How POS Reports Can Lead to Bad Business Decisions

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Reports provided by your point-of-sale (POS) system are designed for accounting/tax purposes, not for optimizing business results. By contrast, business intelligence tools are specifically designed to support decisions to improve your business. Use the right tool for each purpose.

Reports that follow standard accounting practices are obviously critical for accurate bookkeeping, filing taxes, etc. All point-of-sale systems (Square, Clover, Lightspeed, etc.) provide accounting-focused reports in their dashboards.

However, these reports can lead to poor decisions when trying to optimize business results. The differences are significant enough that you should always use a business intelligence tool like Sprk™ for business decisions, and leave the POS reports for the accountants and tax preparers.

Let’s dive into some examples of why this is so important.

Limited Visualizations

POS reports focus on raw data (reports and data exports) instead of visualizations that help identify key insights into your business.

By contrast, this heatmap graph is an example of how a lot of raw data is condensed into a visual representation of when a store is busy. This type of graph can help optimize staffing levels, identify opportunities for promotions, etc. It’s accurate, actionable, and leads to well-informed decisions.

Orders heat map graph that highlights how effective good visualizations can be

Apples-to-Oranges Comparisons

It’s common in accounting-focused reports to compare one calendar month to another, or to compare today’s results to the same date last year. These are not valid comparisons for optimizing results.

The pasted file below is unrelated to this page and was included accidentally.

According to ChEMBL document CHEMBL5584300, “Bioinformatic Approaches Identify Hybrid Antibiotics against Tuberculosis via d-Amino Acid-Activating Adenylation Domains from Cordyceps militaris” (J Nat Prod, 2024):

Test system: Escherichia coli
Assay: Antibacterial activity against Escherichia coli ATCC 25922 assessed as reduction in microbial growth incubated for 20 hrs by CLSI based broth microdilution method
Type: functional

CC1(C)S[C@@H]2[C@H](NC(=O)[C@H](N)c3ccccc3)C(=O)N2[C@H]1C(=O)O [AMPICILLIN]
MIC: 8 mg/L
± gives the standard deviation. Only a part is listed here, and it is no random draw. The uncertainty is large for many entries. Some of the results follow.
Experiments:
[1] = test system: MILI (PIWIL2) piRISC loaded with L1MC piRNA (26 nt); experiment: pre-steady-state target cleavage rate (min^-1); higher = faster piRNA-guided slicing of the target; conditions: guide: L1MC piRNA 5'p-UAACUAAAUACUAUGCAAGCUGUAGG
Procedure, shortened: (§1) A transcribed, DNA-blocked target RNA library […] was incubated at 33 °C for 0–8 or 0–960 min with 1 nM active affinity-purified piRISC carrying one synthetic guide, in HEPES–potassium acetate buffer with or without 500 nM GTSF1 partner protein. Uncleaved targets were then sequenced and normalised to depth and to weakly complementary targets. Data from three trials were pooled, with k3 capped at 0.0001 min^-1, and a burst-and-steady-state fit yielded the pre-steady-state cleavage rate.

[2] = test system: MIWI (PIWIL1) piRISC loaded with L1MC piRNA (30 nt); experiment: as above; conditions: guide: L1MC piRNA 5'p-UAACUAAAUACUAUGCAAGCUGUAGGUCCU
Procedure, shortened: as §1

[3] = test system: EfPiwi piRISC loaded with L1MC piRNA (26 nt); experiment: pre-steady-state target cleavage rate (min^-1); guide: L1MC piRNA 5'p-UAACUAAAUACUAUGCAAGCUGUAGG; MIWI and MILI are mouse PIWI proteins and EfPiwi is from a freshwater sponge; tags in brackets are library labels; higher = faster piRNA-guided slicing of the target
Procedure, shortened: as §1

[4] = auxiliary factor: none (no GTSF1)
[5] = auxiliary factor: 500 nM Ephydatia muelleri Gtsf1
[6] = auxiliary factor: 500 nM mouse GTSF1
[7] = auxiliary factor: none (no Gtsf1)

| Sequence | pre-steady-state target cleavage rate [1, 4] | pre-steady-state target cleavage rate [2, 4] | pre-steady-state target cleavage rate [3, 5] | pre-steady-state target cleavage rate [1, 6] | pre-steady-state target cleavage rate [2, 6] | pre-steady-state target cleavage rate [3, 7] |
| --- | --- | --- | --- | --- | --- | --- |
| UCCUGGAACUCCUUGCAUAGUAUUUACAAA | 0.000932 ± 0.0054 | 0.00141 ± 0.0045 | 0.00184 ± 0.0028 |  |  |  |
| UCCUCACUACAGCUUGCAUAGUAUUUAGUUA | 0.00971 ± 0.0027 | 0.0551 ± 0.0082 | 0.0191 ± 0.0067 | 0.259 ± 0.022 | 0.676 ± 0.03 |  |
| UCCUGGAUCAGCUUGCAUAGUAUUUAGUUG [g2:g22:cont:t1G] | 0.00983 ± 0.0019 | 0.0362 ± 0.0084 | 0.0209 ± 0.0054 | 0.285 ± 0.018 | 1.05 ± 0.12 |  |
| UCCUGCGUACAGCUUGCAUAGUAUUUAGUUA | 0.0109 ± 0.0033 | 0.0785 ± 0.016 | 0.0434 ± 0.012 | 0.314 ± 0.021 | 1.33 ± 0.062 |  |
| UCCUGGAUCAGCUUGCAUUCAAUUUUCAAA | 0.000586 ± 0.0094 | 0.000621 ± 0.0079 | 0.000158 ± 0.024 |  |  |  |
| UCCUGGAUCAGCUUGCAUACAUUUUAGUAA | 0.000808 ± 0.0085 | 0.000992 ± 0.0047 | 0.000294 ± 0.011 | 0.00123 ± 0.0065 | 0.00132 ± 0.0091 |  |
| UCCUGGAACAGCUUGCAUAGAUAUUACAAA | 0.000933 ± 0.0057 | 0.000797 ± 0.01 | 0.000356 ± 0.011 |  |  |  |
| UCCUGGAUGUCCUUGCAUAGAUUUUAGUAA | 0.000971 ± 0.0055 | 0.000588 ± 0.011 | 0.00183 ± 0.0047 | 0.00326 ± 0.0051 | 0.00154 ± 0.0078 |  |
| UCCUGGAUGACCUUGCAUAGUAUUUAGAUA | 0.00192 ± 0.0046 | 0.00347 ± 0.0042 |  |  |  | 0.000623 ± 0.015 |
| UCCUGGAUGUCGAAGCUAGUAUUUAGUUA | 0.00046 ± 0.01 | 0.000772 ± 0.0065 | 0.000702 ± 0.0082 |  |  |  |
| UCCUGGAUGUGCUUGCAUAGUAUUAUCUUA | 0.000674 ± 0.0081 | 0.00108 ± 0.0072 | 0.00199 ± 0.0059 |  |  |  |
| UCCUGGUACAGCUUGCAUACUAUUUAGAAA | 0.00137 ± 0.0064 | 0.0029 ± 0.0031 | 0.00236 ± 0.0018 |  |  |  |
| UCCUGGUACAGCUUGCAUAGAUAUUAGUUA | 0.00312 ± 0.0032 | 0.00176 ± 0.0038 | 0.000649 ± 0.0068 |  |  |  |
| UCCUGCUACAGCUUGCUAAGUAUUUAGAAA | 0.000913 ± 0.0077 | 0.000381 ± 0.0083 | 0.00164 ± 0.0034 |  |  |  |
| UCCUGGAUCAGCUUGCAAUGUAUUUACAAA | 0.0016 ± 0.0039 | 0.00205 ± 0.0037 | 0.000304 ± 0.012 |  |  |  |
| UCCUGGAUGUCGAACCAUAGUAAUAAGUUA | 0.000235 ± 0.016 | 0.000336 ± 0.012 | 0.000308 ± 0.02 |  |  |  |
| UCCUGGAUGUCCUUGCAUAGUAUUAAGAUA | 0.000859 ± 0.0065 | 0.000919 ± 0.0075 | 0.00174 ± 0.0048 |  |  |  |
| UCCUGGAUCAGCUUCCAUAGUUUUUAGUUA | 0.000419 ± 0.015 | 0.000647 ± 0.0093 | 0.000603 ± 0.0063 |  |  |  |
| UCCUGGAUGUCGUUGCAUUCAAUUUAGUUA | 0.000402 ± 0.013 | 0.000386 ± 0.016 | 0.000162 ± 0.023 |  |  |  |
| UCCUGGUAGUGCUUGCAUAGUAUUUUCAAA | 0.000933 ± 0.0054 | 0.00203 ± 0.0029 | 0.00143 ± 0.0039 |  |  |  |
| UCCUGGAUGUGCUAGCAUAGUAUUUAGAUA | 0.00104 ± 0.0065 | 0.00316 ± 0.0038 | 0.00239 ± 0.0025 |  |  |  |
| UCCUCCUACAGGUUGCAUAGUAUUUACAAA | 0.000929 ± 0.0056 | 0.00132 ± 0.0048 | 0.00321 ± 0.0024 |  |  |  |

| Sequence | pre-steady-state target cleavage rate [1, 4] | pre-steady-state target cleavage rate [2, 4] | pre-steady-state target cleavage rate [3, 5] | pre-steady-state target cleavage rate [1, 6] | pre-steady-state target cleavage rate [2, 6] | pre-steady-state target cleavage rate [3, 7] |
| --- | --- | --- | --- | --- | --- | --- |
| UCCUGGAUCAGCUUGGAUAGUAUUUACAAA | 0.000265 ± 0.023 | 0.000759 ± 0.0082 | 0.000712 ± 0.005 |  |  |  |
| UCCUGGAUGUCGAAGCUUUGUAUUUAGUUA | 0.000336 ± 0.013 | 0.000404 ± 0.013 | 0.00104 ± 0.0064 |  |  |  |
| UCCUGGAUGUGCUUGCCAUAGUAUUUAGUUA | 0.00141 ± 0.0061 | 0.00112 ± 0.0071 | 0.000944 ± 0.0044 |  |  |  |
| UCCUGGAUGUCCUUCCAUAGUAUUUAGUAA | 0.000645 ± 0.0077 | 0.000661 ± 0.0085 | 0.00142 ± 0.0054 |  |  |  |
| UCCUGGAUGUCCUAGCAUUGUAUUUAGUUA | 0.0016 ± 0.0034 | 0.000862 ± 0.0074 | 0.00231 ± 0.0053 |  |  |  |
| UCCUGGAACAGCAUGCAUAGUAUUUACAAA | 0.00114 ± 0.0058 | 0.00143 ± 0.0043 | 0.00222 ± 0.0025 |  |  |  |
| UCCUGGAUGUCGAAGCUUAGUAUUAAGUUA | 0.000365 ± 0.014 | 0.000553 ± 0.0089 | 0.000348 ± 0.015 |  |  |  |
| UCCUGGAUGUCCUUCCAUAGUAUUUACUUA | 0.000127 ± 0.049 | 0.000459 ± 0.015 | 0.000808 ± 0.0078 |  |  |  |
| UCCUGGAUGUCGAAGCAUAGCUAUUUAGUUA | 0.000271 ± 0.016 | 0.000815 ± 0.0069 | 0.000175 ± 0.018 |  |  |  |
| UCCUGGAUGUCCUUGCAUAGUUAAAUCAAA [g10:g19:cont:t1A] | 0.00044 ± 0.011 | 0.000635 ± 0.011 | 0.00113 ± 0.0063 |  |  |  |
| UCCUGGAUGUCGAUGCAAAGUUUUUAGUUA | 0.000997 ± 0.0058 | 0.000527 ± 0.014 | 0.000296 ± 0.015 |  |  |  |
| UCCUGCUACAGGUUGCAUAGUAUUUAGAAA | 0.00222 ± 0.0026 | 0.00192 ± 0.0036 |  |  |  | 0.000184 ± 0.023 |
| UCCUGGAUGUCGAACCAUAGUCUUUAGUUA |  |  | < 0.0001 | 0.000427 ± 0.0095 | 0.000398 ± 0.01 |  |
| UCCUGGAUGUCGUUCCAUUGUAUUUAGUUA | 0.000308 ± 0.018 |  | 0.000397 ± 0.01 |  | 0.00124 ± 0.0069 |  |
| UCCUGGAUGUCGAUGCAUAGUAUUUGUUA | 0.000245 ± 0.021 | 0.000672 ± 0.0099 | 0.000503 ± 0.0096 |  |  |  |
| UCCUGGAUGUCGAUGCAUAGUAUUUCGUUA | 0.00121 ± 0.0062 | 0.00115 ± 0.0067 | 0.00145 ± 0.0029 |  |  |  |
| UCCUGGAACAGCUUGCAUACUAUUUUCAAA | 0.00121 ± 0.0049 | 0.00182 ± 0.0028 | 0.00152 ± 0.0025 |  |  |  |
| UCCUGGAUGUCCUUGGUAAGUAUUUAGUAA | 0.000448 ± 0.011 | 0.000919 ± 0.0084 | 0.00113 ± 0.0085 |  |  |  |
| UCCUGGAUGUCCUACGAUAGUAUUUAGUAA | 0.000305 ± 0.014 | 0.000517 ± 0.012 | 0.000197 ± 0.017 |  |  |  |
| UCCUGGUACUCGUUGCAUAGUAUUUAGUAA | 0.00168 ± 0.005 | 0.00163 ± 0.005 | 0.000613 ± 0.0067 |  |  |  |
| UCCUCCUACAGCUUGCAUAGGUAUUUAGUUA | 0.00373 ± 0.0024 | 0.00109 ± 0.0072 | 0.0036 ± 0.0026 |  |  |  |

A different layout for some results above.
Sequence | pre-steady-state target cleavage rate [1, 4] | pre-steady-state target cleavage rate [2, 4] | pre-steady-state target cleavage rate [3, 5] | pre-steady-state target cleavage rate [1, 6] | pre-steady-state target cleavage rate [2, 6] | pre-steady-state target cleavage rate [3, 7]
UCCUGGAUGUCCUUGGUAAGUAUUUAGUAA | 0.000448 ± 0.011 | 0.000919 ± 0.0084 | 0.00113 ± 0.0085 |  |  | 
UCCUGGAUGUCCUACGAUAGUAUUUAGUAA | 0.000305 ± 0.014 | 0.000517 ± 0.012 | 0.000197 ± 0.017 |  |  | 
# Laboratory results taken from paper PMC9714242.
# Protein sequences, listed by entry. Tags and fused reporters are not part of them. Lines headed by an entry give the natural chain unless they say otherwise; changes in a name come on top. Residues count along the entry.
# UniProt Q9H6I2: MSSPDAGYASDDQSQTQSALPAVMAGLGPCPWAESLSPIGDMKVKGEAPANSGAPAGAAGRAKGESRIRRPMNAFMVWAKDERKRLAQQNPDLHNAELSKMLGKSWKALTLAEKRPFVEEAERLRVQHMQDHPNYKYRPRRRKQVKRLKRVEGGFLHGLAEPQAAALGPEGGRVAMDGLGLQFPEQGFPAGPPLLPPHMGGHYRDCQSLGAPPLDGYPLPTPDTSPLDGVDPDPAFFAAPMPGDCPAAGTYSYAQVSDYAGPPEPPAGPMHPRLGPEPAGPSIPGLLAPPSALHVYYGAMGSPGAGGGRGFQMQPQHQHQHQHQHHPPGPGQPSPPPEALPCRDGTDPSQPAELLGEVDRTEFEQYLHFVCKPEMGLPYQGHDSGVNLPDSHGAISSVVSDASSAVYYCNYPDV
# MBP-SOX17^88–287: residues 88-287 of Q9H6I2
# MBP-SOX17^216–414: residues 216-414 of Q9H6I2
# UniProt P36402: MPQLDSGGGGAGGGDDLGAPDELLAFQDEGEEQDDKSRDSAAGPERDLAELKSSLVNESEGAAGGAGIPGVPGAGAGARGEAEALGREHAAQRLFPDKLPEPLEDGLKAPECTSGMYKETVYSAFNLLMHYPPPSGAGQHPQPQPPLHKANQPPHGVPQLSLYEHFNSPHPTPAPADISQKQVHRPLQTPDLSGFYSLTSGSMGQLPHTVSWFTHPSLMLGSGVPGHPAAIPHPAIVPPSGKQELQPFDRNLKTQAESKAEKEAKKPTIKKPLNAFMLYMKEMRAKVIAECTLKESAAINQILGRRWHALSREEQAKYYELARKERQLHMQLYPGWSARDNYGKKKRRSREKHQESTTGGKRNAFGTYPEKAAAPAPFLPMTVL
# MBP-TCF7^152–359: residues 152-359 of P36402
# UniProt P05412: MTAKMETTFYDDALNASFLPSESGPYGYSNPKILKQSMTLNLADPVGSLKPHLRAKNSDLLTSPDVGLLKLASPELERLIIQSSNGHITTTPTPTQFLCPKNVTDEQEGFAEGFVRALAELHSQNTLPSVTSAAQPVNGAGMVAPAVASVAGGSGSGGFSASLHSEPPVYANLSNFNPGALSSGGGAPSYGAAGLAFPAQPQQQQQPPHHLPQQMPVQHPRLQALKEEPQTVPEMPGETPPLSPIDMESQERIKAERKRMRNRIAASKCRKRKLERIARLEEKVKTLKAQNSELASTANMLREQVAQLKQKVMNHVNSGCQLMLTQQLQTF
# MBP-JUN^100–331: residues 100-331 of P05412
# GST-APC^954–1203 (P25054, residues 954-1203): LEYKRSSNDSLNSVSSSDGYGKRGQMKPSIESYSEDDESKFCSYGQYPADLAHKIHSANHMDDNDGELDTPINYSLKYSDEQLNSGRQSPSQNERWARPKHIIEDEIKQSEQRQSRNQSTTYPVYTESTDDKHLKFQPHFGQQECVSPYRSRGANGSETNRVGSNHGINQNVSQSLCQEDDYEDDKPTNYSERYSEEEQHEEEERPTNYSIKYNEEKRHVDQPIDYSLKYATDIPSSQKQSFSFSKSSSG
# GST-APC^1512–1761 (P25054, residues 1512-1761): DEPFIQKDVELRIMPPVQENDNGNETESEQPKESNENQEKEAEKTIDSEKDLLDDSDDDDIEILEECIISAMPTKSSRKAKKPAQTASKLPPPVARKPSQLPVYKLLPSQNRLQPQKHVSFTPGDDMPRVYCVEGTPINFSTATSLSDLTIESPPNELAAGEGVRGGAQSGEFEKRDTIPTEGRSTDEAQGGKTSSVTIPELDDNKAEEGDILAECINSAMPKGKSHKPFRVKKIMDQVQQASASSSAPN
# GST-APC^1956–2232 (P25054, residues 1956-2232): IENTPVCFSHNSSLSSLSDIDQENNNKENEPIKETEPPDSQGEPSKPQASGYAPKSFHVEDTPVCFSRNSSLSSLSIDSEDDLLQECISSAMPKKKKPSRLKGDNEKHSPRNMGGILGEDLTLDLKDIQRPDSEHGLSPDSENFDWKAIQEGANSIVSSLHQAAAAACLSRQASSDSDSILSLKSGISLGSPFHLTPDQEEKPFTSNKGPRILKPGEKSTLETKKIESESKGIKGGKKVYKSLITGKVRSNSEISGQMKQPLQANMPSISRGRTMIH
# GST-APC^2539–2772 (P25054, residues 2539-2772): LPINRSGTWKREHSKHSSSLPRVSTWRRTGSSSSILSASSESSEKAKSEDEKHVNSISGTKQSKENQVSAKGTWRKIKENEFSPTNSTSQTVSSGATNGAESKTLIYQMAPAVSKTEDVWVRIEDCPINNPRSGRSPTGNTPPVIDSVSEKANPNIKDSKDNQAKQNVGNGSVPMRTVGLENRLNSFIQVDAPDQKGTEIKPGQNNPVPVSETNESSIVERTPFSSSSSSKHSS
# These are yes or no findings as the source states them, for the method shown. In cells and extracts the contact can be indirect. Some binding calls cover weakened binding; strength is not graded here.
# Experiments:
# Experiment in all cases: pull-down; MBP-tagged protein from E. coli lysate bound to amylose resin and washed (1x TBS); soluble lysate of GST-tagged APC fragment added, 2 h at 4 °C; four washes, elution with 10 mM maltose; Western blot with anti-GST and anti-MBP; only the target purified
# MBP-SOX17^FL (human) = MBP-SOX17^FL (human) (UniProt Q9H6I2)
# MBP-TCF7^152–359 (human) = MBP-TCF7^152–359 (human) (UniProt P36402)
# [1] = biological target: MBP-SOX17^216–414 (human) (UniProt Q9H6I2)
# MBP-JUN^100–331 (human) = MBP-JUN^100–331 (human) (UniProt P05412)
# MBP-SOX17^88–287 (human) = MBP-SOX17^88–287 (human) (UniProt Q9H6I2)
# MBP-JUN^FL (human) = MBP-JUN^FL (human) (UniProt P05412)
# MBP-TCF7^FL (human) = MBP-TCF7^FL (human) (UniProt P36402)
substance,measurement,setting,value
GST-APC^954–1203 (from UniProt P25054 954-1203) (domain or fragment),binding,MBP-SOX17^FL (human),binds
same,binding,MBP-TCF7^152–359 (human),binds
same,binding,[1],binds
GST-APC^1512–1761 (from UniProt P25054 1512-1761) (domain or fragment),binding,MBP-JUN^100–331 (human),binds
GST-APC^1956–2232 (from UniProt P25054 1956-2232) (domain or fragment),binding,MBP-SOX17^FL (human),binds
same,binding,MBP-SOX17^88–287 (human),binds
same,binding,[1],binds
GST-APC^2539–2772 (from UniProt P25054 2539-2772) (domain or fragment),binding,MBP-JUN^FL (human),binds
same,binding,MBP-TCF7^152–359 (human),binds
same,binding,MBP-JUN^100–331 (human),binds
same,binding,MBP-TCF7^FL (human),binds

Every comparison needs to be “apples-to-apples.” For example, January has 10% more days than February, so comparing January sales to February sales is an invalid comparison. Comparing January sales to last January is also invalid because there will be a different number of Saturdays or Tuesdays in each month depending on the year. Similarly, comparing February sales to the previous February can also be invalid due to a leap year. And a year-over-year comparison of a specific date is rarely useful (except for some holidays) because every date is a different day of the week in the previous year.

A similar issue arises for intraday comparisons. It doesn’t make sense to compare results as of noon today to the entire day of sales yesterday. However, comparing sales as of noon today to sales as of noon yesterday can be very insightful.

Sprk™ ensures that every standard comparison is apples-to-apples. You can compare 4-week periods (always 28 days and always an equal number of Mondays, Tuesdays, etc.) instead of months. Year-over-year comparisons are 364 days for the same reason. You obviously have the option to compare any two periods you choose, but the standard options are designed to prevent misleading comparisons.

Sprk™ even understands holidays, so it’s easy to show Mother’s Day trends even though the dates are different each year. POS reports have no concept of holidays because accounting practices aren’t affected by them.

Trend graph showing Mother's Day sales for the past five years

Inflexible Profitability Analysis

Gross Profit Margin has a specific definition for accounting purposes, but it can be customized in Sprk™ to optimize profit-driven decisions. For example, you may find that Prime Cost is a better representation of cost for decision-making purposes than Cost of Goods Sold — which is what accounting reports use. It’s just another example of how breaking free from accounting-imposed limitations can lead to significantly better business decisions.